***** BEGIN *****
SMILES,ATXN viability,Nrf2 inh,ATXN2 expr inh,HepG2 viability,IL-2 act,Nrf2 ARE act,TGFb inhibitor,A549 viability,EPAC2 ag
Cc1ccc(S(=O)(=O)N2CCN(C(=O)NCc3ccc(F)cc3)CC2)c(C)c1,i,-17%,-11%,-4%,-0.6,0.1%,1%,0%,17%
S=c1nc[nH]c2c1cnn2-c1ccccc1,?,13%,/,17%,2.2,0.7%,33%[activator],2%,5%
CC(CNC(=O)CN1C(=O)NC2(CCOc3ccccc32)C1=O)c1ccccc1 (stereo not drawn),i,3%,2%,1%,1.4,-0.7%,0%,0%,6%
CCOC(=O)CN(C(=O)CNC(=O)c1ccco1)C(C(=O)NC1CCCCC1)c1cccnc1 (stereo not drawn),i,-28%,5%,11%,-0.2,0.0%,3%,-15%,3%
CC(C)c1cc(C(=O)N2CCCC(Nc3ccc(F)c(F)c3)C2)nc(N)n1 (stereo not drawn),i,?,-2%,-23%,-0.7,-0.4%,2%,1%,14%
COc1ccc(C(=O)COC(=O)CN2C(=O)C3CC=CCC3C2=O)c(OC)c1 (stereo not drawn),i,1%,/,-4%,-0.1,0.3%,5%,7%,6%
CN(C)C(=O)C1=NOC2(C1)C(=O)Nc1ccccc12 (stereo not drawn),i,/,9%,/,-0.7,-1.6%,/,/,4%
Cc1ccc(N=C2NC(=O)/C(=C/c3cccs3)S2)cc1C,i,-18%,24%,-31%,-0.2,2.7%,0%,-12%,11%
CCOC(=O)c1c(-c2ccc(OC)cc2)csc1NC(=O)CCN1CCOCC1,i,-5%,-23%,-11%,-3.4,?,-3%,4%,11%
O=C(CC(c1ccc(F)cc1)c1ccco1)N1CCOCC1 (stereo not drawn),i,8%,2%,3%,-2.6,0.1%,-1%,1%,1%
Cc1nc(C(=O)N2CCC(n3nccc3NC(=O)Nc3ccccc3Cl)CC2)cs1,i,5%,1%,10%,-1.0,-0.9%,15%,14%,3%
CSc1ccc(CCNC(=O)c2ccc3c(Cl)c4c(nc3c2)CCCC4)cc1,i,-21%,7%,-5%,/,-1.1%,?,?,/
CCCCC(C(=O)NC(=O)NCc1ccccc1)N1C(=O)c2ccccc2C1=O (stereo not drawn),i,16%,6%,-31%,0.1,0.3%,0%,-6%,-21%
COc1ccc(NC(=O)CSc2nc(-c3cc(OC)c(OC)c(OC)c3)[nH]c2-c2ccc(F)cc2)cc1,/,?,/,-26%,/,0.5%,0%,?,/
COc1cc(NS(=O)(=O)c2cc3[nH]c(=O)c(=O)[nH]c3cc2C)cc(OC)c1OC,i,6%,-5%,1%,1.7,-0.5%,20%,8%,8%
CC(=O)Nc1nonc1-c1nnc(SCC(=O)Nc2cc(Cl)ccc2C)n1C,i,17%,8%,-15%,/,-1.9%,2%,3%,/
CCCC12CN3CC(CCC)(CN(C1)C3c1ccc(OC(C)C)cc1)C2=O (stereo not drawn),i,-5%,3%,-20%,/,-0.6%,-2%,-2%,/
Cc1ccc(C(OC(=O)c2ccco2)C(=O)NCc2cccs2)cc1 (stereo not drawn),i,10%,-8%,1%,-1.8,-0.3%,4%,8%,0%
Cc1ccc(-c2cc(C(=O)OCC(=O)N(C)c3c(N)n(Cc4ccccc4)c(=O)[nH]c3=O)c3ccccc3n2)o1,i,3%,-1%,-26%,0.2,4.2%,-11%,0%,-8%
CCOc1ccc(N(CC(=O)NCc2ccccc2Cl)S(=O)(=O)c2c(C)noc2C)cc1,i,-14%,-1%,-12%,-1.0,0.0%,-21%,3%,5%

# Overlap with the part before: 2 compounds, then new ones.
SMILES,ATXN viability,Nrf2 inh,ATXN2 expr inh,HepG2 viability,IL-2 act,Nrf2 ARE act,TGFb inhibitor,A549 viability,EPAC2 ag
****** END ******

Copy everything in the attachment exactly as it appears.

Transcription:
SMILES,ATXN viability,Nrf2 inh,ATXN2 expr inh,HepG2 viability,IL-2 act,Nrf2 ARE act,TGFb inhibitor,A549 viability,EPAC2 ag
Cc1ccc(S(=O)(=O)N2CCN(C(=O)NCc3ccc(F)cc3)CC2)c(C)c1,i,-17%,-11%,-4%,-0.6,0.1%,1%,0%,17%
S=c1nc[nH]c2c1cnn2-c1ccccc1,?,13%,/,17%,2.2,0.7%,33%[activator],2%,5%
CC(CNC(=O)CN1C(=O)NC2(CCOc3ccccc32)C1=O)c1ccccc1 (stereo not drawn),i,3%,2%,1%,1.4,-0.7%,0%,0%,6%
CCOC(=O)CN(C(=O)CNC(=O)c1ccco1)C(C(=O)NC1CCCCC1)c1cccnc1 (stereo not drawn),i,-28%,5%,11%,-0.2,0.0%,3%,-15%,3%
CC(C)c1cc(C(=O)N2CCCC(Nc3ccc(F)c(F)c3)C2)nc(N)n1 (stereo not drawn),i,?,-2%,-23%,-0.7,-0.4%,2%,1%,14%
COc1ccc(C(=O)COC(=O)CN2C(=O)C3CC=CCC3C2=O)c(OC)c1 (stereo not drawn),i,1%,/,-4%,-0.1,0.3%,5%,7%,6%
CN(C)C(=O)C1=NOC2(C1)C(=O)Nc1ccccc12 (stereo not drawn),i,/,9%,/,-0.7,-1.6%,/,/,4%
Cc1ccc(N=C2NC(=O)/C(=C/c3cccs3)S2)cc1C,i,-18%,24%,-31%,-0.2,2.7%,0%,-12%,11%
CCOC(=O)c1c(-c2ccc(OC)cc2)csc1NC(=O)CCN1CCOCC1,i,-5%,-23%,-11%,-3.4,?,-3%,4%,11%
O=C(CC(c1ccc(F)cc1)c1ccco1)N1CCOCC1 (stereo not drawn),i,8%,2%,3%,-2.6,0.1%,-1%,1%,1%
Cc1nc(C(=O)N2CCC(n3nccc3NC(=O)Nc3ccccc3Cl)CC2)cs1,i,5%,1%,10%,-1.0,-0.9%,15%,14%,3%
CSc1ccc(CCNC(=O)c2ccc3c(Cl)c4c(nc3c2)CCCC4)cc1,i,-21%,7%,-5%,/,-1.1%,?,?,/
CCCCC(C(=O)NC(=O)NCc1ccccc1)N1C(=O)c2ccccc2C1=O (stereo not drawn),i,16%,6%,-31%,0.1,0.3%,0%,-6%,-21%
COc1ccc(NC(=O)CSc2nc(-c3cc(OC)c(OC)c(OC)c3)[nH]c2-c2ccc(F)cc2)cc1,/,?,/,-26%,/,0.5%,0%,?,/
COc1cc(NS(=O)(=O)c2cc3[nH]c(=O)c(=O)[nH]c3cc2C)cc(OC)c1OC,i,6%,-5%,1%,1.7,-0.5%,20%,8%,8%
CC(=O)Nc1nonc1-c1nnc(SCC(=O)Nc2cc(Cl)ccc2C)n1C,i,17%,8%,-15%,/,-1.9%,2%,3%,/
CCCC12CN3CC(CCC)(CN(C1)C3c1ccc(OC(C)C)cc1)C2=O (stereo not drawn),i,-5%,3%,-20%,/,-0.6%,-2%,-2%,/
Cc1ccc(C(OC(=O)c2ccco2)C(=O)NCc2cccs2)cc1 (stereo not drawn),i,10%,-8%,1%,-1.8,-0.3%,4%,8%,0%
Cc1ccc(-c2cc(C(=O)OCC(=O)N(C)c3c(N)n(Cc4ccccc4)c(=O)[nH]c3=O)c3ccccc3n2)o1,i,3%,-1%,-26%,0.2,4.2%,-11%,0%,-8%
CCOc1ccc(N(CC(=O)NCc2ccccc2Cl)S(=O)(=O)c2c(C)noc2C)cc1,i,-14%,-1%,-12%,-1.0,0.0%,-21%,3%,5%

# Overlap with the part before: 2 compounds, then new ones.
SMILES,ATXN viability,Nrf2 inh,ATXN2 expr inh,HepG2 viability,IL-2 act,Nrf2 ARE act,TGFb inhibitor,A549 viability,EPAC2 ag